1973 MkIV Brochure (UK)


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Copyright ©2000-2007
by Eric Kieboom &
Jacob Poortstra
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1973 MkIV Spitfire - front page Front page of a typically 70's sales brochure. Front and back in wild colours, with heading in very period font. Some pictures of this brochure reappear in the Belgian MkIV brochure. (84 KB)
Page two starts off with a suitably romantic picture of a couple approaching their MkIV Spitfire, parked on the beach. Heaven only knows why they are wearing T-shirts with bullseyes on them. Or is this a feeble attempt to imply some connection between this Spitfire and the WW2 fighter with the same name?
BTW: this is not a bad scan - the photograph really is this dark and grainy in the brochure. (159 KB)
'The hot favourite with sizzling looks'. Certainly, the Spitfire was a popular sportscar in its day and Triumph were justifiably proud of the new makeover by Michelotti. But the performance figures seem a bit laughable by today's standards. (118 KB)
This page demonstrates, whithout words, the most important improvement of the MkIV Spitfire: the swing spring rear axle. At last, the Spitfire had safe, predictable handling at the limit. No more 'winding up' of the rear spring, no more unexpected launches into the scenery. (127 KB)
In case you didn't already get it by looking at the pictures on the previous page, this one drives the point home by putting all the merits of the new rear axle setup in words. The anti-roll bar up front is mentioned twice, just to be sure. (97 KB)
First center spread, as also found in the Belgian MkIV brochure.
The 70's were a carefree time. Still, one wonders what the people in the picture are pondering about... Did their car break down? Has it started to rust already? Did the rubber rupture last night? We shall never know... (85 KB)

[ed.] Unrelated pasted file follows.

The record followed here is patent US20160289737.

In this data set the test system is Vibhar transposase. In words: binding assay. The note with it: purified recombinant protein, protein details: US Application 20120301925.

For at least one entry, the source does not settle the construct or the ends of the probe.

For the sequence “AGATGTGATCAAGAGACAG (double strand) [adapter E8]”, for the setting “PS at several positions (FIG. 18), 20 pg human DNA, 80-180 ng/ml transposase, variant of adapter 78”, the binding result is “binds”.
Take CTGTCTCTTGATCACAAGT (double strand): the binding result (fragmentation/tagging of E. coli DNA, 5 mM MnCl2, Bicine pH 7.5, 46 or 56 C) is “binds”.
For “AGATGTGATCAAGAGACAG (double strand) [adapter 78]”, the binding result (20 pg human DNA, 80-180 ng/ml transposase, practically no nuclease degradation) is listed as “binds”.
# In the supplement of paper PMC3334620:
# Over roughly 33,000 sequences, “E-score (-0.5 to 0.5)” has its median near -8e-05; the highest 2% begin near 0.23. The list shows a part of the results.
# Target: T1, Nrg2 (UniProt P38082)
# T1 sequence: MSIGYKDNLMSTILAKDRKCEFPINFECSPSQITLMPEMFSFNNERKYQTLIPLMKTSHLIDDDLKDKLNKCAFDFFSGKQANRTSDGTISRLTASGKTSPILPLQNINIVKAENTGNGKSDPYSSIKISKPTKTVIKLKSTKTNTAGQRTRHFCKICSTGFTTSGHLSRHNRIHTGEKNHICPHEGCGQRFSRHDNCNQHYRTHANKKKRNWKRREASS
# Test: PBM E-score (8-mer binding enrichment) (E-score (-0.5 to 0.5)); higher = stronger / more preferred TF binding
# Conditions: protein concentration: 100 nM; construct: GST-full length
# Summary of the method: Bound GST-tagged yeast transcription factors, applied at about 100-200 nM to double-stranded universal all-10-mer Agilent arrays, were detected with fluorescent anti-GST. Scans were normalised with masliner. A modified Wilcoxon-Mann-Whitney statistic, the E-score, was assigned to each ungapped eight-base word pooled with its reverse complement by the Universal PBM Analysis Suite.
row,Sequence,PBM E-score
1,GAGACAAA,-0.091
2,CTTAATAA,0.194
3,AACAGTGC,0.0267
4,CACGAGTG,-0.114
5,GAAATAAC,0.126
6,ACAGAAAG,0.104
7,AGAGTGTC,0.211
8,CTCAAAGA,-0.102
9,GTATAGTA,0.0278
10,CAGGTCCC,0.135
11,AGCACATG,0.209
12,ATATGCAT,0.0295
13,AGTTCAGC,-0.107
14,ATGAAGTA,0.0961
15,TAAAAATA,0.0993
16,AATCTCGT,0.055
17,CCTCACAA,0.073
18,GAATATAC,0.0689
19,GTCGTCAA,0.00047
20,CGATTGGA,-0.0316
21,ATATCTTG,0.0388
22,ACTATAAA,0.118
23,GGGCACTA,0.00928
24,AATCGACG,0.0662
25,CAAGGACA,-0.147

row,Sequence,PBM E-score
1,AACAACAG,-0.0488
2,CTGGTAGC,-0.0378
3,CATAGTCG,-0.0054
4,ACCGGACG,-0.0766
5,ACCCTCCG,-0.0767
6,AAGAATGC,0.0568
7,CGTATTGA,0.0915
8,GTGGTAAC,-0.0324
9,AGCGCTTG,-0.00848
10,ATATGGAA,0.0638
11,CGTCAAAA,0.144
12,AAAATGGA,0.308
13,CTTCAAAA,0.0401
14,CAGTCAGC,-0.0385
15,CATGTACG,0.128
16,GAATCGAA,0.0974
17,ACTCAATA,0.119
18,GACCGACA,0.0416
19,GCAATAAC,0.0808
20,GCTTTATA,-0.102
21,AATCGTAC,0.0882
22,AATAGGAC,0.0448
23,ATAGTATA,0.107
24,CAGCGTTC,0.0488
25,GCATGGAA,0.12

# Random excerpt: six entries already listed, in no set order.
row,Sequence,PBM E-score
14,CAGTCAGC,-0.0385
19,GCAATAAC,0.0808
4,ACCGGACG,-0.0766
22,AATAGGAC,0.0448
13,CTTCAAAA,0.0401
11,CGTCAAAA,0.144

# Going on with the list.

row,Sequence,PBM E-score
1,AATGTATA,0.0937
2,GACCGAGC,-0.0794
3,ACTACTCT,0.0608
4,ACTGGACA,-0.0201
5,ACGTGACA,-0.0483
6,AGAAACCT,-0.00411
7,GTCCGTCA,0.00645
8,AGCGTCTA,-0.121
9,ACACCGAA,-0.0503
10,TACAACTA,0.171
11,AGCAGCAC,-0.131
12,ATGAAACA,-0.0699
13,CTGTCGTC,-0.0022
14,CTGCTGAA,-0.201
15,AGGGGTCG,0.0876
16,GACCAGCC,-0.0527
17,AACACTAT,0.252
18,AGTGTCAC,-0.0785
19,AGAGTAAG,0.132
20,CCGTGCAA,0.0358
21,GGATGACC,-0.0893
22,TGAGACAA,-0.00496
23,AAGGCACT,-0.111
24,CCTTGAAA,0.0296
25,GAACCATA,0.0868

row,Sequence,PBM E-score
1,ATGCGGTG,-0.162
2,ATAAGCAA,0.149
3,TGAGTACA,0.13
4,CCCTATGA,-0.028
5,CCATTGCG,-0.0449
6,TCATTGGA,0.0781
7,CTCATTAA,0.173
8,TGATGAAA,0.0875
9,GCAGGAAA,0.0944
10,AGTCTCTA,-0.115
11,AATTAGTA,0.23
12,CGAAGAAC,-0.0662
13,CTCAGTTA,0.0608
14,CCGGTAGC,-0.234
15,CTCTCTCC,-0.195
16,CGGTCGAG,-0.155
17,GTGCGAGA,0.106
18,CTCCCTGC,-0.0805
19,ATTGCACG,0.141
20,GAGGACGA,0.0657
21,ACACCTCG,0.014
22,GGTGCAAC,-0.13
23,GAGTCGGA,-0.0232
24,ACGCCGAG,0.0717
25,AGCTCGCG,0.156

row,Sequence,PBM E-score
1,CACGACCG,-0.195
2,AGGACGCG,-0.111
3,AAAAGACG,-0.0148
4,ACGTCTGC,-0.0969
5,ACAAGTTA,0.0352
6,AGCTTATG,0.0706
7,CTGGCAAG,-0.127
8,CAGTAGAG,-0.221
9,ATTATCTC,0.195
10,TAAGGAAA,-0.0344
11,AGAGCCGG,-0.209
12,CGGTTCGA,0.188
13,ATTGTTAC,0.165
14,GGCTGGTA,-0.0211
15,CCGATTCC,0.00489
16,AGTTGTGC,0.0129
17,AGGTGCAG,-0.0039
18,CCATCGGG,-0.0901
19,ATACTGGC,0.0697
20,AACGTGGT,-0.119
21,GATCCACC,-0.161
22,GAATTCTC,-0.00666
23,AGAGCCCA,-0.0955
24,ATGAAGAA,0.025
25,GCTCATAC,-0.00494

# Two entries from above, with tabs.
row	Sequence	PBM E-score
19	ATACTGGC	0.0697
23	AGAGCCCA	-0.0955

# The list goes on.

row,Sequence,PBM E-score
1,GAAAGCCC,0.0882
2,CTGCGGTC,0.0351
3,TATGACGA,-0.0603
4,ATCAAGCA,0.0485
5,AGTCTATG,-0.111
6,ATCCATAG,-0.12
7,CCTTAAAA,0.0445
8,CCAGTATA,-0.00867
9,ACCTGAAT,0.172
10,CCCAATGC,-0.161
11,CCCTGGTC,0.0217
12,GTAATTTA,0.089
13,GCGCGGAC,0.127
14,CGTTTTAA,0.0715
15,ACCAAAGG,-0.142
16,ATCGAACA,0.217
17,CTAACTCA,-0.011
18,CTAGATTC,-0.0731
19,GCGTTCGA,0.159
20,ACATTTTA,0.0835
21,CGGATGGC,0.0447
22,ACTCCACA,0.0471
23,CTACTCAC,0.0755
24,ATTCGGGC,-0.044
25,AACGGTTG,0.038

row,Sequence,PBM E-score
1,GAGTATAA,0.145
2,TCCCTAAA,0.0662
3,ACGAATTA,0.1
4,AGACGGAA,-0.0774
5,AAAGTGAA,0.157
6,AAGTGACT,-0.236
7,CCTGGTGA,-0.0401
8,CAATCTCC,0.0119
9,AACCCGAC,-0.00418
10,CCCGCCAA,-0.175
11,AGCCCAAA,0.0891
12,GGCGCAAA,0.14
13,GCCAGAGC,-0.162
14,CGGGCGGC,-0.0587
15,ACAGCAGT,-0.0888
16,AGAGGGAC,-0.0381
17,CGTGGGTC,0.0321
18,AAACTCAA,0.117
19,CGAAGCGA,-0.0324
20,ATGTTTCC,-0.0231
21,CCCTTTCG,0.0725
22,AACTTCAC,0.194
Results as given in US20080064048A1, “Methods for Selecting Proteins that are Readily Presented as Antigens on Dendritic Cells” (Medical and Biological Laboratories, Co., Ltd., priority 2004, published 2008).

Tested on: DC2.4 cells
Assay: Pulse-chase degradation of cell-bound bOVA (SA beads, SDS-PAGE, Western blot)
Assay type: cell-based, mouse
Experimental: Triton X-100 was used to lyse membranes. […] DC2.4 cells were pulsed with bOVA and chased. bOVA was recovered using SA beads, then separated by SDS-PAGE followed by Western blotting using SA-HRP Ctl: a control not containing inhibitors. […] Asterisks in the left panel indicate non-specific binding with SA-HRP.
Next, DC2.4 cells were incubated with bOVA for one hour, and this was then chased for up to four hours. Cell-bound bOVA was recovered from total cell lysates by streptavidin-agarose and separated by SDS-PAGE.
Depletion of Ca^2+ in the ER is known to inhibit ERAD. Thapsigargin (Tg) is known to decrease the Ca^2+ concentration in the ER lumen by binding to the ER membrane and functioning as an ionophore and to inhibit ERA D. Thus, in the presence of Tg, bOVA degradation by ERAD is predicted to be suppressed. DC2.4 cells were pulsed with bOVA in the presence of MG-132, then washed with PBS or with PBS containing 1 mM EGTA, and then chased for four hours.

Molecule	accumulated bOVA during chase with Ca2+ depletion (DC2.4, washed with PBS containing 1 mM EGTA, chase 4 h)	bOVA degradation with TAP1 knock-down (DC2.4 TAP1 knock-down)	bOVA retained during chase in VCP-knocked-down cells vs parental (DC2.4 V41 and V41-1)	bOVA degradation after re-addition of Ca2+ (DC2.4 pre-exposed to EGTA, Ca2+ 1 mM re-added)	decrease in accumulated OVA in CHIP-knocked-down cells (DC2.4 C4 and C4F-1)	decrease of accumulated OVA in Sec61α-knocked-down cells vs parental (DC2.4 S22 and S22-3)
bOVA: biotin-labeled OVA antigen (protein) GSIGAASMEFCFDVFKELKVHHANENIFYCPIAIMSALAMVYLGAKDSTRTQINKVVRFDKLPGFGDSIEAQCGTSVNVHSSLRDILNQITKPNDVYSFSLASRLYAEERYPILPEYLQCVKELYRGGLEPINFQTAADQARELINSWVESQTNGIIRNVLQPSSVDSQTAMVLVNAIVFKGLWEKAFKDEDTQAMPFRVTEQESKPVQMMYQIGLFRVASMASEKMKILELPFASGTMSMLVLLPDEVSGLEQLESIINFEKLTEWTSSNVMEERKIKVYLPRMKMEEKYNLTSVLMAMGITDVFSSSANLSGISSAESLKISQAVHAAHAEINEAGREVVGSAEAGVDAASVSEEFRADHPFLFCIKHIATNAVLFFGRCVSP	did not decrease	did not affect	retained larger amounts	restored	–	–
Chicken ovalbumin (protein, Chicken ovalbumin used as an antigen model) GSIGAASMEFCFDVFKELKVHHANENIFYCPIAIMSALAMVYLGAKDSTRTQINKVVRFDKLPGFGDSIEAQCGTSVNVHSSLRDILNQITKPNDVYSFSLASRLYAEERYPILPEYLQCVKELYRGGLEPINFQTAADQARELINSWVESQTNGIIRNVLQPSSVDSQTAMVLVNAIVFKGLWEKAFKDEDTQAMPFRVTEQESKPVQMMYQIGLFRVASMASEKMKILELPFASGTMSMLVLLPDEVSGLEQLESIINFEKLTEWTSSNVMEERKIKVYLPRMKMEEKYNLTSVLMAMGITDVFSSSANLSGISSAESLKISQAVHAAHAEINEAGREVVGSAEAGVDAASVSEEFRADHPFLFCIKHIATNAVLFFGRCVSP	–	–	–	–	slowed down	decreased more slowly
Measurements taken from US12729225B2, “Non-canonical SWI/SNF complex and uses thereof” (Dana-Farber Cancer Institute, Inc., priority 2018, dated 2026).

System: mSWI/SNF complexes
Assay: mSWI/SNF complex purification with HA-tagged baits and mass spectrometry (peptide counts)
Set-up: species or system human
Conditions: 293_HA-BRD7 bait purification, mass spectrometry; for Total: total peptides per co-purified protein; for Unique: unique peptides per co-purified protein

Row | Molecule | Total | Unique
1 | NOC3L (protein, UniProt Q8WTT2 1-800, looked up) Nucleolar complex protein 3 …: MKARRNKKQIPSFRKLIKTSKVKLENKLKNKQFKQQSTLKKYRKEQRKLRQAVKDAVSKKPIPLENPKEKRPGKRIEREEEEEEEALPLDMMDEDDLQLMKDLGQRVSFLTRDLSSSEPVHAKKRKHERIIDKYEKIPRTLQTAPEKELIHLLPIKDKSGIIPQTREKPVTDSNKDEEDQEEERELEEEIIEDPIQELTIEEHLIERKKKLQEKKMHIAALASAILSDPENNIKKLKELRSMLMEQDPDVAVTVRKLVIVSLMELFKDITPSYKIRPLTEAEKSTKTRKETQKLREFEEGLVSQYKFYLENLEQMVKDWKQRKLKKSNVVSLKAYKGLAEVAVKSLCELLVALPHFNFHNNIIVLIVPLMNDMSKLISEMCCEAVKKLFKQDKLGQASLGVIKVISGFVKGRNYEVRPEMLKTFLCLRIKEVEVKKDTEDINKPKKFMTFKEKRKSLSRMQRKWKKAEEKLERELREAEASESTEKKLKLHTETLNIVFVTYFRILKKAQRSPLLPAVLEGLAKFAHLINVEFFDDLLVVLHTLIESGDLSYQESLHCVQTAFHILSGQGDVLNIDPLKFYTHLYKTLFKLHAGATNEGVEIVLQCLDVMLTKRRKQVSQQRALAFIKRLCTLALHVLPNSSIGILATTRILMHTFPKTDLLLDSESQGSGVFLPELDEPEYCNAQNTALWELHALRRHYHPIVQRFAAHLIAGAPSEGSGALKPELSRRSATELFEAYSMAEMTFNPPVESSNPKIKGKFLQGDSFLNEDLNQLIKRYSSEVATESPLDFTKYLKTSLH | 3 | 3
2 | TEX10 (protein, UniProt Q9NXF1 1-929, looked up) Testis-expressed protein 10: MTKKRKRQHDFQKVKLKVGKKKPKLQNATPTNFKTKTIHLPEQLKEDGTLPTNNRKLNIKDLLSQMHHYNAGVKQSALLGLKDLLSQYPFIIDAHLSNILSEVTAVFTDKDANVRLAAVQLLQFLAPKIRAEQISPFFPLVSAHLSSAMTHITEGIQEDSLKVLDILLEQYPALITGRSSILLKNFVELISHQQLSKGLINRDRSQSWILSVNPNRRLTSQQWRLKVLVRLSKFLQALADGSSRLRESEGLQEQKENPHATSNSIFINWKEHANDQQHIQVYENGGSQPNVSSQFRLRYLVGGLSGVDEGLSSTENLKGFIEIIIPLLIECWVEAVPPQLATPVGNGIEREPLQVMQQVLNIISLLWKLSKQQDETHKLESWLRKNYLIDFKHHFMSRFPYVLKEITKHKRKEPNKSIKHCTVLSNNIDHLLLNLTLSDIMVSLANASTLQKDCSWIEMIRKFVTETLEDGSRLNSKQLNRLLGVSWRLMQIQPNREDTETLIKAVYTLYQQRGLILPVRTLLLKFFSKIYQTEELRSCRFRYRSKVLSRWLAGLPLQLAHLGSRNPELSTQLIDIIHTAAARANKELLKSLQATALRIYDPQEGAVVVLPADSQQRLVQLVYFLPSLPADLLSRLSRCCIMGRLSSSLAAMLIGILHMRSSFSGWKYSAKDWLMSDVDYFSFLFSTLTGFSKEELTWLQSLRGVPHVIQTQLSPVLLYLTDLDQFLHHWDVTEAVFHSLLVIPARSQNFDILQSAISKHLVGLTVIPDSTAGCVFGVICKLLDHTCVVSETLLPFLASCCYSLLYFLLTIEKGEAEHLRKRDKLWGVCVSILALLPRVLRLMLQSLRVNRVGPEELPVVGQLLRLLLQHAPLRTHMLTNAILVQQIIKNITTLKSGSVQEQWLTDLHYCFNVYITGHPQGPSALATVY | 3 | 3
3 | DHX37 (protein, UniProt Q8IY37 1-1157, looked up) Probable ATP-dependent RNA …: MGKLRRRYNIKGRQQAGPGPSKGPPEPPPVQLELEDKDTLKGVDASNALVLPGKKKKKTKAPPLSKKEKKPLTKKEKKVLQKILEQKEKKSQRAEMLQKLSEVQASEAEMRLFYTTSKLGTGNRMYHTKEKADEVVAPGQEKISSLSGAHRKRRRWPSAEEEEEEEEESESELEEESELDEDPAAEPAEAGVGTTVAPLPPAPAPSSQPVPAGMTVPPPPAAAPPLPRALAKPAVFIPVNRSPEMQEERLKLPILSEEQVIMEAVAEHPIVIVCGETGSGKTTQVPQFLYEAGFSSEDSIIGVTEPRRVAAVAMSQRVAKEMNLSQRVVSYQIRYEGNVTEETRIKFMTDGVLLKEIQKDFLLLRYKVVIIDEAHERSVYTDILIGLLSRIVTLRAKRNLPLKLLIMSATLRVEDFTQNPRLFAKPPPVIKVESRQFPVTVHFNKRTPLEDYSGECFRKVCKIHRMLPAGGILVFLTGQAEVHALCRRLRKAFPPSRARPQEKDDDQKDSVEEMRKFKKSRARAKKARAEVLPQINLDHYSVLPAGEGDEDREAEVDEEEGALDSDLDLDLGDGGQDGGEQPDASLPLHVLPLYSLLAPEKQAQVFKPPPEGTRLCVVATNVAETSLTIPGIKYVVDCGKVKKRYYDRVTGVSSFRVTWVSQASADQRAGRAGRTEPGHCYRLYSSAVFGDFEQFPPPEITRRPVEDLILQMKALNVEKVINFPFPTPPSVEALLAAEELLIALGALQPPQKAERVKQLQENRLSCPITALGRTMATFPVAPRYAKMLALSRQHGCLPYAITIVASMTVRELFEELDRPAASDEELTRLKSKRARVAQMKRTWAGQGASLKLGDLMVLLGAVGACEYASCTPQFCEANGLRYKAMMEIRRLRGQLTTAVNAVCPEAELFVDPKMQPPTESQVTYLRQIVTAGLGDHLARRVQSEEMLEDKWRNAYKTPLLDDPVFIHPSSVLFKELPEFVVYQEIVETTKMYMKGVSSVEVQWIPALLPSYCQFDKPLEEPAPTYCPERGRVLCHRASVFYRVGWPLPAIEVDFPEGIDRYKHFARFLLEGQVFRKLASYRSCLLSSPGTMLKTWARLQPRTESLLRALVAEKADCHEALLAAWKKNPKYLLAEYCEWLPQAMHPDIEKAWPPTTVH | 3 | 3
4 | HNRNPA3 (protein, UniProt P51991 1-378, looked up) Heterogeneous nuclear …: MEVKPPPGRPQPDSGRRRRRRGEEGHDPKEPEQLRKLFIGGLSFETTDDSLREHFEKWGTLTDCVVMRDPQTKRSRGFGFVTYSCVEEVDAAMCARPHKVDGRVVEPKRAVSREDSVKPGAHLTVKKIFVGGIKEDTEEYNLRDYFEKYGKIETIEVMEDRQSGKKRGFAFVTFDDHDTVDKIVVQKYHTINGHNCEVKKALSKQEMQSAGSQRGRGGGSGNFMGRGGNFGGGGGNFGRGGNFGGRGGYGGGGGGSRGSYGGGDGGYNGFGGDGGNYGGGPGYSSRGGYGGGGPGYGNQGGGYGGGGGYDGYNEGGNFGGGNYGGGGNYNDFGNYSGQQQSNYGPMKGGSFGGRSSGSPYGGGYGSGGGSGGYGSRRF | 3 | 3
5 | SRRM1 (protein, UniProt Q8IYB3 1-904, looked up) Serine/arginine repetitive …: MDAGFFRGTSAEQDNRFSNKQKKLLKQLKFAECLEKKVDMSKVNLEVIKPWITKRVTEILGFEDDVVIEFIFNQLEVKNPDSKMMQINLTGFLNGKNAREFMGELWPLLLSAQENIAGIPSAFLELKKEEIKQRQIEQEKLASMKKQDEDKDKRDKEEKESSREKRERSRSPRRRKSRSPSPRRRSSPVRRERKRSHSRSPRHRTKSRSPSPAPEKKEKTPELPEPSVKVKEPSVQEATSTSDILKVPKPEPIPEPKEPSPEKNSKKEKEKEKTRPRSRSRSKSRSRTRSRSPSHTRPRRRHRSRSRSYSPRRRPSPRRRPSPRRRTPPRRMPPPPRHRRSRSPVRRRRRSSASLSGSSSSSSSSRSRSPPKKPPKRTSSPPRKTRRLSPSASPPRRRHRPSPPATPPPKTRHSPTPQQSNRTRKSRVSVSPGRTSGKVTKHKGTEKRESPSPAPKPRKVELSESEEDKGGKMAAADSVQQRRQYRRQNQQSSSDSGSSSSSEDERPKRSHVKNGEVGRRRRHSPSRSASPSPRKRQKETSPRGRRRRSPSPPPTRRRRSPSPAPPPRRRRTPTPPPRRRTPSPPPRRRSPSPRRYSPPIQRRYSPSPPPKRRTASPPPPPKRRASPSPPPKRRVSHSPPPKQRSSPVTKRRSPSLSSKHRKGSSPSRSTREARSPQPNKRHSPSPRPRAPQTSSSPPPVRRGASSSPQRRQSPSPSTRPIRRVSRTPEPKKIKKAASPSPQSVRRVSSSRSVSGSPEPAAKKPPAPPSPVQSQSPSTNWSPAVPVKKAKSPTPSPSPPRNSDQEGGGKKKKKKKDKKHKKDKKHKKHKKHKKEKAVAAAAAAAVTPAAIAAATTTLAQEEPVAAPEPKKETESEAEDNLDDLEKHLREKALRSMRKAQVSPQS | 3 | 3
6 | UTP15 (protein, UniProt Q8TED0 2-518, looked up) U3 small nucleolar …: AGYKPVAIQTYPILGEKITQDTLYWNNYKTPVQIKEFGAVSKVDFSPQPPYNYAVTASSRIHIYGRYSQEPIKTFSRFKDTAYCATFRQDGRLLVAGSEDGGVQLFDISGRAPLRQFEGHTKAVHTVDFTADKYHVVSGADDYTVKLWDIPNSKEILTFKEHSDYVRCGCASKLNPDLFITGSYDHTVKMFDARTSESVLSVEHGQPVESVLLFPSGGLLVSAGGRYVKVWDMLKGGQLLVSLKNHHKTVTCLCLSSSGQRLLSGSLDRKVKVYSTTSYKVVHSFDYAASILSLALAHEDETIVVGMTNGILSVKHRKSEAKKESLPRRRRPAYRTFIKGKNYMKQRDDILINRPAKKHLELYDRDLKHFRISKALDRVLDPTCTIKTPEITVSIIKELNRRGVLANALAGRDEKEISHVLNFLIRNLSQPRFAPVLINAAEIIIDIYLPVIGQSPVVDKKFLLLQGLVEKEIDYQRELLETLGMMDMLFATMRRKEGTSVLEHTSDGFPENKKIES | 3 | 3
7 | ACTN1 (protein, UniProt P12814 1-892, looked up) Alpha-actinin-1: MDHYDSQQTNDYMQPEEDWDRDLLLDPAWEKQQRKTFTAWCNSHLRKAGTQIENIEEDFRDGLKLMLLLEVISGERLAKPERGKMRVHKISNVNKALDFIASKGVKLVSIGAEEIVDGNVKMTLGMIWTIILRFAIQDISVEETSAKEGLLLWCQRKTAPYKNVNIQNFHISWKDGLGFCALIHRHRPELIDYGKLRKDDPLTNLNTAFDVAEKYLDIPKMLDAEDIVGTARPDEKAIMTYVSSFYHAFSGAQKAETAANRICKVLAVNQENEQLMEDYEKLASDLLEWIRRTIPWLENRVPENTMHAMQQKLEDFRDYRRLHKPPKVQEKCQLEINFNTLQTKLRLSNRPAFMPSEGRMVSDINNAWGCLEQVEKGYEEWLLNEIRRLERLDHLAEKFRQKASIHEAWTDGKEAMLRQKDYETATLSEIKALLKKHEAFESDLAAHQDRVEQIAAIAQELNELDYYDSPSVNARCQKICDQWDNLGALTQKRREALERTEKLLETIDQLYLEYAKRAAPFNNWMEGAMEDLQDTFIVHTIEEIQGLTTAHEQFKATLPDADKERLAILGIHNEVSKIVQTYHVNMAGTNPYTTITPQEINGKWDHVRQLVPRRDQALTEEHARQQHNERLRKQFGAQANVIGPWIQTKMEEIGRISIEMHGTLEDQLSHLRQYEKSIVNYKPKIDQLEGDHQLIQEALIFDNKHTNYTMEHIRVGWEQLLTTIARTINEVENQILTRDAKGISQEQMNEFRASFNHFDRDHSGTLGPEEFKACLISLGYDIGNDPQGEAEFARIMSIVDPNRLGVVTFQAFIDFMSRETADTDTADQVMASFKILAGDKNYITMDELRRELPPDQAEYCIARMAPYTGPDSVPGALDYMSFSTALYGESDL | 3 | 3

Second center spread, showing the interior. There are kneepads on the center tunnel, but no armrest yet. No headrests as standard, either, and the gearstick on the MkIV gearbox is angled towards the driver, whereas it pointed more or less straight up in later cars. (202 KB)
The facts, and nothing but the facts. This page sums up the many virtues of the MkIV Spit. Like 'Controls are designed and grouped for ease of operation'. It's obvious that the marketdroids hadn't heard of the word ergonomics yet. And even if they had, it would have been criminal to use it in this case. (227 KB)
More facts and a picture of that subtly redesigned rear axle. Adjustable head restraints were optional and one received a tonneau cover with a soft top only car. (207 KB)
Rear page. Suitably romantic piccy of Triumph Spitfire MkIV driving off into the sunset, over a salt-laden beach. You can almost hear it rust. (86 KB)